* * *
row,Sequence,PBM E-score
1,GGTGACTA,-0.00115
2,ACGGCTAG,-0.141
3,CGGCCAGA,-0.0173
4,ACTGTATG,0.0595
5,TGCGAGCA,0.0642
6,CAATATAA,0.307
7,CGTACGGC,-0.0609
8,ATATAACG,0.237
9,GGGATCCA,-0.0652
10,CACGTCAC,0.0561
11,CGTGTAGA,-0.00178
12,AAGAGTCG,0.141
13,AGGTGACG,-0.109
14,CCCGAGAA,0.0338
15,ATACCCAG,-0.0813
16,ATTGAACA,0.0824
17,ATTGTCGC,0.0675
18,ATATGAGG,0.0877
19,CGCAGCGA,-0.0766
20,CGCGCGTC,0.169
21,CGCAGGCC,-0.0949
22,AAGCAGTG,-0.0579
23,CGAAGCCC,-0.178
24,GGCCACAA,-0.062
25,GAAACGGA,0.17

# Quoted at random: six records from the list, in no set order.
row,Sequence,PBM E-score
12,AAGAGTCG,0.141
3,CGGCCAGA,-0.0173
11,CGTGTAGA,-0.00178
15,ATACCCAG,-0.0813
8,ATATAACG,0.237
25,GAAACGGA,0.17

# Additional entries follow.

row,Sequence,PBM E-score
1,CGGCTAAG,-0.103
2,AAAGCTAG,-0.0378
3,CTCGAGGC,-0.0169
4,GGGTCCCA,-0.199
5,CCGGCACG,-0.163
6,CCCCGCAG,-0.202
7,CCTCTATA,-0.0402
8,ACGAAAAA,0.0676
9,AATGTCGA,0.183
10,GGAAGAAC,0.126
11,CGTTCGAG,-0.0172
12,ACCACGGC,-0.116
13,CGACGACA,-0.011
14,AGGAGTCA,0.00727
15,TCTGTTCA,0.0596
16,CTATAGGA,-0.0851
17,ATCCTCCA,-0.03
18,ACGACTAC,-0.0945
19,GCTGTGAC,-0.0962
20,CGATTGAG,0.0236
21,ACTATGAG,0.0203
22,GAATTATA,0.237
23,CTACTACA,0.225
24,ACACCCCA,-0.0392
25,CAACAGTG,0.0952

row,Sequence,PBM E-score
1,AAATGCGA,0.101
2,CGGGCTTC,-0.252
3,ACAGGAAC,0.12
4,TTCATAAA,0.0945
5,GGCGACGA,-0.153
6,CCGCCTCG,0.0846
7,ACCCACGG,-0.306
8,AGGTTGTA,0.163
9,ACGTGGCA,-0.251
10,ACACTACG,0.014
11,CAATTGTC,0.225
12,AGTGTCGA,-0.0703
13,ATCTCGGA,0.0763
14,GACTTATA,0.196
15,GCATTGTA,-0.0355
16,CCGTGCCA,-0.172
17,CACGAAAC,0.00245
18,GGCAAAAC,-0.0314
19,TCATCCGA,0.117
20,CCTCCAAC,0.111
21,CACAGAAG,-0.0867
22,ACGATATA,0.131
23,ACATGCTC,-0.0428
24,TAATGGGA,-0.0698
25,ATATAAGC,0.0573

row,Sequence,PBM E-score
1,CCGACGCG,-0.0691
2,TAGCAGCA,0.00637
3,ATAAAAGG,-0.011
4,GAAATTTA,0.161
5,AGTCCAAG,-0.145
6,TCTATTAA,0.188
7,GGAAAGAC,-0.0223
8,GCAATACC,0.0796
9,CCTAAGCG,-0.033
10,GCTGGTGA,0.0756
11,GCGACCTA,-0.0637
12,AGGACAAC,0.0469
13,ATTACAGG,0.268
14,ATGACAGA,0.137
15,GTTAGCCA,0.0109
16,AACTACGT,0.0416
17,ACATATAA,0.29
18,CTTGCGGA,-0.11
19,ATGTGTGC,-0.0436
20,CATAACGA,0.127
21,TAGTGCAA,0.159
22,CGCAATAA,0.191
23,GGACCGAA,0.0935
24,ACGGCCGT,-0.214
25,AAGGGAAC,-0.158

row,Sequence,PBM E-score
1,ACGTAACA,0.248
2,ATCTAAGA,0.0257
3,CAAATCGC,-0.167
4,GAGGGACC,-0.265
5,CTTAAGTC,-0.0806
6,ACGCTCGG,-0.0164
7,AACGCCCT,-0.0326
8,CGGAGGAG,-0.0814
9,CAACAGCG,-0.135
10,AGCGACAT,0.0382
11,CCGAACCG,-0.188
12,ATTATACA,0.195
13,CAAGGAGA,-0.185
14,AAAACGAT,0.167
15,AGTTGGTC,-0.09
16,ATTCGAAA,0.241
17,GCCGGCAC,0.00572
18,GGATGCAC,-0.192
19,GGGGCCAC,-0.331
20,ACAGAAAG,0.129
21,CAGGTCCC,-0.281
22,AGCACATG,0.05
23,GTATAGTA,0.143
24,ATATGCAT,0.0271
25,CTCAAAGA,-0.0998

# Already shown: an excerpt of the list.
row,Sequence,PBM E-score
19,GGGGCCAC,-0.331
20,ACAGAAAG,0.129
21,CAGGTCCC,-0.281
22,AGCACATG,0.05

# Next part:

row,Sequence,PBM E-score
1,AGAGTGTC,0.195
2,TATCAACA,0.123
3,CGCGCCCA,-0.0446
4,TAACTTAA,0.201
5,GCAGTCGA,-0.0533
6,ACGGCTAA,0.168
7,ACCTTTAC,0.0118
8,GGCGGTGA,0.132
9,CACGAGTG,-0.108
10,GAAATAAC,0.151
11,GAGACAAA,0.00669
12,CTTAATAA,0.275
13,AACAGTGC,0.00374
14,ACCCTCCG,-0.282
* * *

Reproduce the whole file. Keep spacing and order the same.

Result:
row,Sequence,PBM E-score
1,GGTGACTA,-0.00115
2,ACGGCTAG,-0.141
3,CGGCCAGA,-0.0173
4,ACTGTATG,0.0595
5,TGCGAGCA,0.0642
6,CAATATAA,0.307
7,CGTACGGC,-0.0609
8,ATATAACG,0.237
9,GGGATCCA,-0.0652
10,CACGTCAC,0.0561
11,CGTGTAGA,-0.00178
12,AAGAGTCG,0.141
13,AGGTGACG,-0.109
14,CCCGAGAA,0.0338
15,ATACCCAG,-0.0813
16,ATTGAACA,0.0824
17,ATTGTCGC,0.0675
18,ATATGAGG,0.0877
19,CGCAGCGA,-0.0766
20,CGCGCGTC,0.169
21,CGCAGGCC,-0.0949
22,AAGCAGTG,-0.0579
23,CGAAGCCC,-0.178
24,GGCCACAA,-0.062
25,GAAACGGA,0.17

# Quoted at random: six records from the list, in no set order.
row,Sequence,PBM E-score
12,AAGAGTCG,0.141
3,CGGCCAGA,-0.0173
11,CGTGTAGA,-0.00178
15,ATACCCAG,-0.0813
8,ATATAACG,0.237
25,GAAACGGA,0.17

# Additional entries follow.

row,Sequence,PBM E-score
1,CGGCTAAG,-0.103
2,AAAGCTAG,-0.0378
3,CTCGAGGC,-0.0169
4,GGGTCCCA,-0.199
5,CCGGCACG,-0.163
6,CCCCGCAG,-0.202
7,CCTCTATA,-0.0402
8,ACGAAAAA,0.0676
9,AATGTCGA,0.183
10,GGAAGAAC,0.126
11,CGTTCGAG,-0.0172
12,ACCACGGC,-0.116
13,CGACGACA,-0.011
14,AGGAGTCA,0.00727
15,TCTGTTCA,0.0596
16,CTATAGGA,-0.0851
17,ATCCTCCA,-0.03
18,ACGACTAC,-0.0945
19,GCTGTGAC,-0.0962
20,CGATTGAG,0.0236
21,ACTATGAG,0.0203
22,GAATTATA,0.237
23,CTACTACA,0.225
24,ACACCCCA,-0.0392
25,CAACAGTG,0.0952

row,Sequence,PBM E-score
1,AAATGCGA,0.101
2,CGGGCTTC,-0.252
3,ACAGGAAC,0.12
4,TTCATAAA,0.0945
5,GGCGACGA,-0.153
6,CCGCCTCG,0.0846
7,ACCCACGG,-0.306
8,AGGTTGTA,0.163
9,ACGTGGCA,-0.251
10,ACACTACG,0.014
11,CAATTGTC,0.225
12,AGTGTCGA,-0.0703
13,ATCTCGGA,0.0763
14,GACTTATA,0.196
15,GCATTGTA,-0.0355
16,CCGTGCCA,-0.172
17,CACGAAAC,0.00245
18,GGCAAAAC,-0.0314
19,TCATCCGA,0.117
20,CCTCCAAC,0.111
21,CACAGAAG,-0.0867
22,ACGATATA,0.131
23,ACATGCTC,-0.0428
24,TAATGGGA,-0.0698
25,ATATAAGC,0.0573

row,Sequence,PBM E-score
1,CCGACGCG,-0.0691
2,TAGCAGCA,0.00637
3,ATAAAAGG,-0.011
4,GAAATTTA,0.161
5,AGTCCAAG,-0.145
6,TCTATTAA,0.188
7,GGAAAGAC,-0.0223
8,GCAATACC,0.0796
9,CCTAAGCG,-0.033
10,GCTGGTGA,0.0756
11,GCGACCTA,-0.0637
12,AGGACAAC,0.0469
13,ATTACAGG,0.268
14,ATGACAGA,0.137
15,GTTAGCCA,0.0109
16,AACTACGT,0.0416
17,ACATATAA,0.29
18,CTTGCGGA,-0.11
19,ATGTGTGC,-0.0436
20,CATAACGA,0.127
21,TAGTGCAA,0.159
22,CGCAATAA,0.191
23,GGACCGAA,0.0935
24,ACGGCCGT,-0.214
25,AAGGGAAC,-0.158

row,Sequence,PBM E-score
1,ACGTAACA,0.248
2,ATCTAAGA,0.0257
3,CAAATCGC,-0.167
4,GAGGGACC,-0.265
5,CTTAAGTC,-0.0806
6,ACGCTCGG,-0.0164
7,AACGCCCT,-0.0326
8,CGGAGGAG,-0.0814
9,CAACAGCG,-0.135
10,AGCGACAT,0.0382
11,CCGAACCG,-0.188
12,ATTATACA,0.195
13,CAAGGAGA,-0.185
14,AAAACGAT,0.167
15,AGTTGGTC,-0.09
16,ATTCGAAA,0.241
17,GCCGGCAC,0.00572
18,GGATGCAC,-0.192
19,GGGGCCAC,-0.331
20,ACAGAAAG,0.129
21,CAGGTCCC,-0.281
22,AGCACATG,0.05
23,GTATAGTA,0.143
24,ATATGCAT,0.0271
25,CTCAAAGA,-0.0998

# Already shown: an excerpt of the list.
row,Sequence,PBM E-score
19,GGGGCCAC,-0.331
20,ACAGAAAG,0.129
21,CAGGTCCC,-0.281
22,AGCACATG,0.05

# Next part:

row,Sequence,PBM E-score
1,AGAGTGTC,0.195
2,TATCAACA,0.123
3,CGCGCCCA,-0.0446
4,TAACTTAA,0.201
5,GCAGTCGA,-0.0533
6,ACGGCTAA,0.168
7,ACCTTTAC,0.0118
8,GGCGGTGA,0.132
9,CACGAGTG,-0.108
10,GAAATAAC,0.151
11,GAGACAAA,0.00669
12,CTTAATAA,0.275
13,AACAGTGC,0.00374
14,ACCCTCCG,-0.282